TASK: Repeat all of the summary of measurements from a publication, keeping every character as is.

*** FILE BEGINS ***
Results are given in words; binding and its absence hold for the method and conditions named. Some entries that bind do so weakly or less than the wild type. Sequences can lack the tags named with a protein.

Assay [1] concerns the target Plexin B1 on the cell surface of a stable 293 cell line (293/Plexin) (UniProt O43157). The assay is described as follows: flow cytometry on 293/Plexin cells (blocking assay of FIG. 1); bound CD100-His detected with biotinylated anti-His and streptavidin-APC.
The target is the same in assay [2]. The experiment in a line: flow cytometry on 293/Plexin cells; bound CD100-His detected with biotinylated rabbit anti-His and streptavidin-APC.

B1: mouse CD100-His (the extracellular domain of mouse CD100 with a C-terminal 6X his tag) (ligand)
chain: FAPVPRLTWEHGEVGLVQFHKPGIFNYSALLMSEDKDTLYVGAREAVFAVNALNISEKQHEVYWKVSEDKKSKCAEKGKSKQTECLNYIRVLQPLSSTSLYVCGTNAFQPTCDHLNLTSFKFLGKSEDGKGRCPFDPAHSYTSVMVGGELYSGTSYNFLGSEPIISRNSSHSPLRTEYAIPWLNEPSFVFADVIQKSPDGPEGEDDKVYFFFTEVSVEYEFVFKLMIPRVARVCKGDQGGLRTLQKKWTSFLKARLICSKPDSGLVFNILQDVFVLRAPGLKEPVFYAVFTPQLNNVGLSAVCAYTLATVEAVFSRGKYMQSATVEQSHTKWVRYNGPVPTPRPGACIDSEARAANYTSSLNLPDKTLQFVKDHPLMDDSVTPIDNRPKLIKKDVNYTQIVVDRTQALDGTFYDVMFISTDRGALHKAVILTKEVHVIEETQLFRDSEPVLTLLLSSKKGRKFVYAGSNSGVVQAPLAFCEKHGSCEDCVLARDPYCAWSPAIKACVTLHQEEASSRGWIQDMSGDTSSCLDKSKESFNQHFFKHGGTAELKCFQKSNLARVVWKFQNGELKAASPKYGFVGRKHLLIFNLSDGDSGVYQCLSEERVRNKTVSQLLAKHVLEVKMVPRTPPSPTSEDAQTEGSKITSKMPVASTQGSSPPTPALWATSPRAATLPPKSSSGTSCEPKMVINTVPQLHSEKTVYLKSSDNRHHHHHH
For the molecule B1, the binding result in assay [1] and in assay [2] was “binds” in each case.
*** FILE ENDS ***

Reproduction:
Results are given in words; binding and its absence hold for the method and conditions named. Some entries that bind do so weakly or less than the wild type. Sequences can lack the tags named with a protein.

Assay [1] concerns the target Plexin B1 on the cell surface of a stable 293 cell line (293/Plexin) (UniProt O43157). The assay is described as follows: flow cytometry on 293/Plexin cells (blocking assay of FIG. 1); bound CD100-His detected with biotinylated anti-His and streptavidin-APC.
The target is the same in assay [2]. The experiment in a line: flow cytometry on 293/Plexin cells; bound CD100-His detected with biotinylated rabbit anti-His and streptavidin-APC.

B1: mouse CD100-His (the extracellular domain of mouse CD100 with a C-terminal 6X his tag) (ligand)
chain: FAPVPRLTWEHGEVGLVQFHKPGIFNYSALLMSEDKDTLYVGAREAVFAVNALNISEKQHEVYWKVSEDKKSKCAEKGKSKQTECLNYIRVLQPLSSTSLYVCGTNAFQPTCDHLNLTSFKFLGKSEDGKGRCPFDPAHSYTSVMVGGELYSGTSYNFLGSEPIISRNSSHSPLRTEYAIPWLNEPSFVFADVIQKSPDGPEGEDDKVYFFFTEVSVEYEFVFKLMIPRVARVCKGDQGGLRTLQKKWTSFLKARLICSKPDSGLVFNILQDVFVLRAPGLKEPVFYAVFTPQLNNVGLSAVCAYTLATVEAVFSRGKYMQSATVEQSHTKWVRYNGPVPTPRPGACIDSEARAANYTSSLNLPDKTLQFVKDHPLMDDSVTPIDNRPKLIKKDVNYTQIVVDRTQALDGTFYDVMFISTDRGALHKAVILTKEVHVIEETQLFRDSEPVLTLLLSSKKGRKFVYAGSNSGVVQAPLAFCEKHGSCEDCVLARDPYCAWSPAIKACVTLHQEEASSRGWIQDMSGDTSSCLDKSKESFNQHFFKHGGTAELKCFQKSNLARVVWKFQNGELKAASPKYGFVGRKHLLIFNLSDGDSGVYQCLSEERVRNKTVSQLLAKHVLEVKMVPRTPPSPTSEDAQTEGSKITSKMPVASTQGSSPPTPALWATSPRAATLPPKSSSGTSCEPKMVINTVPQLHSEKTVYLKSSDNRHHHHHH
For the molecule B1, the binding result in assay [1] and in assay [2] was “binds” in each case.